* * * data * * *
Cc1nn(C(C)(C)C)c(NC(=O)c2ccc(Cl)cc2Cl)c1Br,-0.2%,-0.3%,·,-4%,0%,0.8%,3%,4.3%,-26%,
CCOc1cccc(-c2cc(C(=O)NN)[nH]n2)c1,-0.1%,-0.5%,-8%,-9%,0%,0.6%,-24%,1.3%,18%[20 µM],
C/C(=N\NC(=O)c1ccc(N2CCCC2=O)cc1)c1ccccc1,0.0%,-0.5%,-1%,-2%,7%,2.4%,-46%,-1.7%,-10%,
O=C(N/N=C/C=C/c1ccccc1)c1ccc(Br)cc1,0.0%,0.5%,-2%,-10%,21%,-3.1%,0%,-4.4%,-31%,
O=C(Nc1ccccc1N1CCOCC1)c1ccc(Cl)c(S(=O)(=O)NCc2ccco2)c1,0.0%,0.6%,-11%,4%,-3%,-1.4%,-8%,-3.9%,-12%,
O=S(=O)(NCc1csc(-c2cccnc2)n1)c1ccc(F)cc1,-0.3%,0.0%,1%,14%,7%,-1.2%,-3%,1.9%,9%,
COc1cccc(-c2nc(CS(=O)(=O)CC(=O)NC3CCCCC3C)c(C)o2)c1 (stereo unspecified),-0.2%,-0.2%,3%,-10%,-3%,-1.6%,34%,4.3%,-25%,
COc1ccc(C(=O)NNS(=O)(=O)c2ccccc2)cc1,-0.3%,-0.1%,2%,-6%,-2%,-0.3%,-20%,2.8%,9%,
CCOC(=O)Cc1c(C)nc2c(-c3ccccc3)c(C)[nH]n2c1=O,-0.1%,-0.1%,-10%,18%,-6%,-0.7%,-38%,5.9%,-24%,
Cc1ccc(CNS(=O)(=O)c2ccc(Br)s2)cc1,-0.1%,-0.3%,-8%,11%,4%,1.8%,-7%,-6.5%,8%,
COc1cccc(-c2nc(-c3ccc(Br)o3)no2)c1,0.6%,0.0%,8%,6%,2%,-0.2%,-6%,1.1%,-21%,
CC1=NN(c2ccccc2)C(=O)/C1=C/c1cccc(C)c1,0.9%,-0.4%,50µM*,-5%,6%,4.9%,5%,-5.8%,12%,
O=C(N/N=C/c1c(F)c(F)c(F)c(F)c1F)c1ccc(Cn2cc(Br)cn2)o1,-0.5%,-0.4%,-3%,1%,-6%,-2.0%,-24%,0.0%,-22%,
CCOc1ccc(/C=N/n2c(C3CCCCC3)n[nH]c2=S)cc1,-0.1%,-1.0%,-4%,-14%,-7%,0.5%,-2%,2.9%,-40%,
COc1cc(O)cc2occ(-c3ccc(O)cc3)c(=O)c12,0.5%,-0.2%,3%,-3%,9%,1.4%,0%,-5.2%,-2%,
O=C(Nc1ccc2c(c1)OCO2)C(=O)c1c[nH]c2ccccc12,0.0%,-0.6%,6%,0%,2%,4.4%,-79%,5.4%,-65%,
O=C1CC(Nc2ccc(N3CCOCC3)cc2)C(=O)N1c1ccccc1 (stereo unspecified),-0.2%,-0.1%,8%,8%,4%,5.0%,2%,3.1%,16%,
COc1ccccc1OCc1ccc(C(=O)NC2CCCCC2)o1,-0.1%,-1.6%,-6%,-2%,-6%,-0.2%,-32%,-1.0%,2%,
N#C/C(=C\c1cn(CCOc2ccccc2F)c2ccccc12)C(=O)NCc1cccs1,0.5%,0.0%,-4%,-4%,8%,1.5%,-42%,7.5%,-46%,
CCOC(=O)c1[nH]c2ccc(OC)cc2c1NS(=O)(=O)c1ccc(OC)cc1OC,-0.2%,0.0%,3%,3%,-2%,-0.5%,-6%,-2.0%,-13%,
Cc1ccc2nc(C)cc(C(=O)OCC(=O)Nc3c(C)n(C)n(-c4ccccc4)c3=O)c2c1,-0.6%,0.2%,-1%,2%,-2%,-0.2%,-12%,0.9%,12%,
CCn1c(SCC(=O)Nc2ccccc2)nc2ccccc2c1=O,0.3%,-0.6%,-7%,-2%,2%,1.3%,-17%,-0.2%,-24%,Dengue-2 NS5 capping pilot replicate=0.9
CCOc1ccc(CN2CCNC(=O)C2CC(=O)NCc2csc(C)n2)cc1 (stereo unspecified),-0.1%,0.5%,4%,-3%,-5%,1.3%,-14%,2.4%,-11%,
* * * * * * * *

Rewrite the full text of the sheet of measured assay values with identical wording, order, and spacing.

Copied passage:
Cc1nn(C(C)(C)C)c(NC(=O)c2ccc(Cl)cc2Cl)c1Br,-0.2%,-0.3%,·,-4%,0%,0.8%,3%,4.3%,-26%,
CCOc1cccc(-c2cc(C(=O)NN)[nH]n2)c1,-0.1%,-0.5%,-8%,-9%,0%,0.6%,-24%,1.3%,18%[20 µM],
C/C(=N\NC(=O)c1ccc(N2CCCC2=O)cc1)c1ccccc1,0.0%,-0.5%,-1%,-2%,7%,2.4%,-46%,-1.7%,-10%,
O=C(N/N=C/C=C/c1ccccc1)c1ccc(Br)cc1,0.0%,0.5%,-2%,-10%,21%,-3.1%,0%,-4.4%,-31%,
O=C(Nc1ccccc1N1CCOCC1)c1ccc(Cl)c(S(=O)(=O)NCc2ccco2)c1,0.0%,0.6%,-11%,4%,-3%,-1.4%,-8%,-3.9%,-12%,
O=S(=O)(NCc1csc(-c2cccnc2)n1)c1ccc(F)cc1,-0.3%,0.0%,1%,14%,7%,-1.2%,-3%,1.9%,9%,
COc1cccc(-c2nc(CS(=O)(=O)CC(=O)NC3CCCCC3C)c(C)o2)c1 (stereo unspecified),-0.2%,-0.2%,3%,-10%,-3%,-1.6%,34%,4.3%,-25%,
COc1ccc(C(=O)NNS(=O)(=O)c2ccccc2)cc1,-0.3%,-0.1%,2%,-6%,-2%,-0.3%,-20%,2.8%,9%,
CCOC(=O)Cc1c(C)nc2c(-c3ccccc3)c(C)[nH]n2c1=O,-0.1%,-0.1%,-10%,18%,-6%,-0.7%,-38%,5.9%,-24%,
Cc1ccc(CNS(=O)(=O)c2ccc(Br)s2)cc1,-0.1%,-0.3%,-8%,11%,4%,1.8%,-7%,-6.5%,8%,
COc1cccc(-c2nc(-c3ccc(Br)o3)no2)c1,0.6%,0.0%,8%,6%,2%,-0.2%,-6%,1.1%,-21%,
CC1=NN(c2ccccc2)C(=O)/C1=C/c1cccc(C)c1,0.9%,-0.4%,50µM*,-5%,6%,4.9%,5%,-5.8%,12%,
O=C(N/N=C/c1c(F)c(F)c(F)c(F)c1F)c1ccc(Cn2cc(Br)cn2)o1,-0.5%,-0.4%,-3%,1%,-6%,-2.0%,-24%,0.0%,-22%,
CCOc1ccc(/C=N/n2c(C3CCCCC3)n[nH]c2=S)cc1,-0.1%,-1.0%,-4%,-14%,-7%,0.5%,-2%,2.9%,-40%,
COc1cc(O)cc2occ(-c3ccc(O)cc3)c(=O)c12,0.5%,-0.2%,3%,-3%,9%,1.4%,0%,-5.2%,-2%,
O=C(Nc1ccc2c(c1)OCO2)C(=O)c1c[nH]c2ccccc12,0.0%,-0.6%,6%,0%,2%,4.4%,-79%,5.4%,-65%,
O=C1CC(Nc2ccc(N3CCOCC3)cc2)C(=O)N1c1ccccc1 (stereo unspecified),-0.2%,-0.1%,8%,8%,4%,5.0%,2%,3.1%,16%,
COc1ccccc1OCc1ccc(C(=O)NC2CCCCC2)o1,-0.1%,-1.6%,-6%,-2%,-6%,-0.2%,-32%,-1.0%,2%,
N#C/C(=C\c1cn(CCOc2ccccc2F)c2ccccc12)C(=O)NCc1cccs1,0.5%,0.0%,-4%,-4%,8%,1.5%,-42%,7.5%,-46%,
CCOC(=O)c1[nH]c2ccc(OC)cc2c1NS(=O)(=O)c1ccc(OC)cc1OC,-0.2%,0.0%,3%,3%,-2%,-0.5%,-6%,-2.0%,-13%,
Cc1ccc2nc(C)cc(C(=O)OCC(=O)Nc3c(C)n(C)n(-c4ccccc4)c3=O)c2c1,-0.6%,0.2%,-1%,2%,-2%,-0.2%,-12%,0.9%,12%,
CCn1c(SCC(=O)Nc2ccccc2)nc2ccccc2c1=O,0.3%,-0.6%,-7%,-2%,2%,1.3%,-17%,-0.2%,-24%,Dengue-2 NS5 capping pilot replicate=0.9
CCOc1ccc(CN2CCNC(=O)C2CC(=O)NCc2csc(C)n2)cc1 (stereo unspecified),-0.1%,0.5%,4%,-3%,-5%,1.3%,-14%,2.4%,-11%,